Laura Anne Harris and Adam Bailey are friends, colleagues and Fringe rock stars. Tonight, they open remounts of their national hit shows, PITCH BLONDE and ADAM BAILEY IS ON FIRE in a double bill at the TORONTO CENTRE for THE PERFORMING ARTS for two nights this week.

I spoke to both of them last week as they prepared their respective remounts.

Laura Anne is coming up here from Syracuse, N.Y. especially for PITCH BLONDE. Her husband, musician Chris Peterson is completing a graduate degree tin the U.S. and she decided to join him for his final year. It's her 10th year performing the show.

Ten years! Where have you been?

"All across Canada on the national Fringe circuit. Also to FemFest in Winnipeg, to Orlando and Lancaster, P.A. in the U.S.: now that I have a green card I can go EVERYWHERE in the U.S. After touring this show off and on for ten years, going back to do it this time feels like visiting an old friend."

It's certainly a great moment to tell the story of a woman who persisted.

PITCH BLONDE is the story of Judy Holliday, the Academy-Award winning actress with an I.Q. of 170 who made a career of playing dumb blondes.

"The best performance of Holliday's career wasn't her Oscar-winner in BORN YESTERDAY: it was her testimony during the McCarthy trials. She needed acting to get out of the situation she was in. She used her perceived persona to control the interview."

Holliday's situation seems eeirily and sadly current.

" Roy Cohn, one of McCarthy's notorious associates was also one of Donald Trump's lawyers. Holliday was a woman who opposed tyranny. She was Jewish, and McCarthyism had antisemitic overtones. The alt-right is doing the same thing as McCarthy did: looking for bogey-men under the bed. "

She continues: " Holliday's moment of great success ( her Oscar) was followed closely by a moment of great infamy. She triumphed."

I ask Harris what is different for her playing Holliday 10 years later. "It's more grounded. I'm more grounded. " She laughs. "I've changed the script a little bit over time. We meet her husband, David Oppenheim in this version. I wanted to show Holliday's full humanity; to honour her story and to honour her as a person."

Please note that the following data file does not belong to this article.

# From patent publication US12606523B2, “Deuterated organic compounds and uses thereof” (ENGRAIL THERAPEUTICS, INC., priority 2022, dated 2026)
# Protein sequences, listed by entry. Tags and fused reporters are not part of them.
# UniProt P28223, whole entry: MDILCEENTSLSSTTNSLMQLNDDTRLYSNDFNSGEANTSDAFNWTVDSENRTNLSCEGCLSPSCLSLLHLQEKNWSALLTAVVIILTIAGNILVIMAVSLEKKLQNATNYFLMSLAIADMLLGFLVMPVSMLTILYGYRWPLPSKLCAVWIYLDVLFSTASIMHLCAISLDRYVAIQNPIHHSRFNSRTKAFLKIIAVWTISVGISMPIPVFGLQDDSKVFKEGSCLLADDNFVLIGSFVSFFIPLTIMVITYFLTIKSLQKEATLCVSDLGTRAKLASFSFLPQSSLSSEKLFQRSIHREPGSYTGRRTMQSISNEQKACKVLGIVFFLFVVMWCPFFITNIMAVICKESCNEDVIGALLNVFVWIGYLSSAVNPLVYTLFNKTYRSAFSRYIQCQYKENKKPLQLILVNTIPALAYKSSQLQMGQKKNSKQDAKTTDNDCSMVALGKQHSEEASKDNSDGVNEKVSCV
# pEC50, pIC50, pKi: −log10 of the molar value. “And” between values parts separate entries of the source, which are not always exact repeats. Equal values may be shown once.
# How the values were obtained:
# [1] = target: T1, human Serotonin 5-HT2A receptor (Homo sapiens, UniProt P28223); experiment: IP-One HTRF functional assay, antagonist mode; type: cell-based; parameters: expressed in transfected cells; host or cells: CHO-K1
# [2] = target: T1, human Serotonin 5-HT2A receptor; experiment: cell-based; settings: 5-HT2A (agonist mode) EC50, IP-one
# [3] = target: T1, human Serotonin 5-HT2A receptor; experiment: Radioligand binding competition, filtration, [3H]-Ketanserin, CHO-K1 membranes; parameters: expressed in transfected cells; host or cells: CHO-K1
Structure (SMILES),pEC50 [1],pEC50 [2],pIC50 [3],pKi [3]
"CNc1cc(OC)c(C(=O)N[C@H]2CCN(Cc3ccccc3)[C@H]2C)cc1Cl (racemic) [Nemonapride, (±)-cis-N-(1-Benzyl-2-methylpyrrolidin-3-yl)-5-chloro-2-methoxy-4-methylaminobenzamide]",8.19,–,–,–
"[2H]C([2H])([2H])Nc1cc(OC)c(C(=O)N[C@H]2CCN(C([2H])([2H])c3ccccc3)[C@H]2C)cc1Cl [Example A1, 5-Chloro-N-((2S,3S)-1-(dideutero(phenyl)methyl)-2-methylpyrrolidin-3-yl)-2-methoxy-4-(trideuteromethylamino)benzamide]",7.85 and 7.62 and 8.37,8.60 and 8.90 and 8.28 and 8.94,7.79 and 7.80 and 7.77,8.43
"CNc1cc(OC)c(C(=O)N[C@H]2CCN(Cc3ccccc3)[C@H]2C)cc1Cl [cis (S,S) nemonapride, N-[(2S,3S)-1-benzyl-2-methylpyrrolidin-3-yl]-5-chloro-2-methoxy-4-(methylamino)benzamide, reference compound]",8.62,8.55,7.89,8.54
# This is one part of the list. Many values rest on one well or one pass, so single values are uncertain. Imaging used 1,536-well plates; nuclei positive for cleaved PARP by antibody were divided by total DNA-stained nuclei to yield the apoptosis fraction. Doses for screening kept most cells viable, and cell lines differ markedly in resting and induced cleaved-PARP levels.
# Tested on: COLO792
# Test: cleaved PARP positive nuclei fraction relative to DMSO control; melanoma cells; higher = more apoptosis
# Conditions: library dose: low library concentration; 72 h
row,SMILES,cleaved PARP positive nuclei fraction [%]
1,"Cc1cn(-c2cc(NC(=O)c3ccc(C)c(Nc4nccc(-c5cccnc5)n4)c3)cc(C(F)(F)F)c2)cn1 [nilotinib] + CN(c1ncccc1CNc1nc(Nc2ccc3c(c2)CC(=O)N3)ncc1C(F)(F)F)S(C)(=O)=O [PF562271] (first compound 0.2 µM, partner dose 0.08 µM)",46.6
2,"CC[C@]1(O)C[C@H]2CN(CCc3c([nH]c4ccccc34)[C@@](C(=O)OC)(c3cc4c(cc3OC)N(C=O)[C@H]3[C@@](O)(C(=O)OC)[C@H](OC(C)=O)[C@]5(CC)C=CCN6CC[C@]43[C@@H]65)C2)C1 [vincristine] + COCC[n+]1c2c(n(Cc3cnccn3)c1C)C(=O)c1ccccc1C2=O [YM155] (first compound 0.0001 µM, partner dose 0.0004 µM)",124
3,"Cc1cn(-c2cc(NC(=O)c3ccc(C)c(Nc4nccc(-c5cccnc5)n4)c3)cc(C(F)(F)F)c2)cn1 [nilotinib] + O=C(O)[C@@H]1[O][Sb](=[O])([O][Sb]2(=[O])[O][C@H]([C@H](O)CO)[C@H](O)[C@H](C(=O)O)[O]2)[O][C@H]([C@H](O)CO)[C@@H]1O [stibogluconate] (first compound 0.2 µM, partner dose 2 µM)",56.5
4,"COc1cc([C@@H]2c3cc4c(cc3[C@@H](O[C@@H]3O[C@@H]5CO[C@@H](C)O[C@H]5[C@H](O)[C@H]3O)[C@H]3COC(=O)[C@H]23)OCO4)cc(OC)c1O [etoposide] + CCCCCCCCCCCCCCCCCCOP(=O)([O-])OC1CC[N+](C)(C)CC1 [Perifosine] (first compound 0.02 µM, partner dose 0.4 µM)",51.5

Harris has five starred and sold out everywhere with this show. If you've never seen it before, you're in for a treat.

A few days later, I finally manage to catch up with the other half of the bill, Adam Bailey. I ask him how the double-bill came to be.

"They (Toronto Centre for The Performing Arts) asked! And Laura and I have such a great relationship."

Harris directed HENRI, Bailey's play about early 20th C painter Henri Rousseau, which he's bringing to Toronto this summer.

"I am the gay son of an Evangelical Christian minister. I grew up in Belleville where my dad ran the Quinte Christian Fellowship."

That sounds like quite a story.

"It's called ADAM BAILEY IS ON FIRE because there are people who think I am on fire: that I will be in hell for being a gay man. The play hasn't stopped being relevant. In the States, there's this perception of gay vs. religion. But I live between two worlds in this play: the world of my upbringing and my world as a gay man."

How dis his family take it?

"My family is not a worry: my sense of responsibility is towards the audience. The play is an exploration of me trying to be truthful to who I am, in every sense. It isn't didactic: there is no right answer."

Like Bailey, I had a very religious upbringing that I rebelled against as a young woman. We talk about that and I ask him, how wild was he?

"When Amish kids turn 16, they are no longer Amish by default. They get to decide. They have two years to make a final decision. Some of those kids are pretty wild for two years. I was pretty wild."

I'm Catholic. We can repent for our sins. If you're an evangelical Christian, what do you do, I ask?

"What is sin? Less than perfection. Sin is imperfection. To ask for forgiveness is to admit you're less than perfect. We're all less than perfect."

Bailey is older now and he's married to his husband. I ask him where he got married. "Outside." After a pause, he continues: "One of the hardest things to talk about was respectability politics within the gay community. That stuff was important to what this has meant to me. There are a lot of harsh realities about being in the gay community."

That topic is as taboo as religion.

We are running out of time. I ask Bailey what he wants people to know about the show.

"It's hilarious!" Is that it?

"A friend of mine came up to me after the show at the Fringe last summer and said"You made me laugh so hard and then you made me cry and now I have to hurt you!" Then she gave me a big hug."

I want to give Bailey a big hug but we're on the phone so I just wish him Merde and tell him I'll see him on Friday night.

PITCH BLONDE and ADAM BAILEY IS ON FIRE are at the Toronto Centre for the Arts, Studio Theatre on Thursday March 23 and Friday, March 24th starting at 7:00 PM.  Click  HERE to order tickets.  Please note you must purchase two separate tickets for the double bill.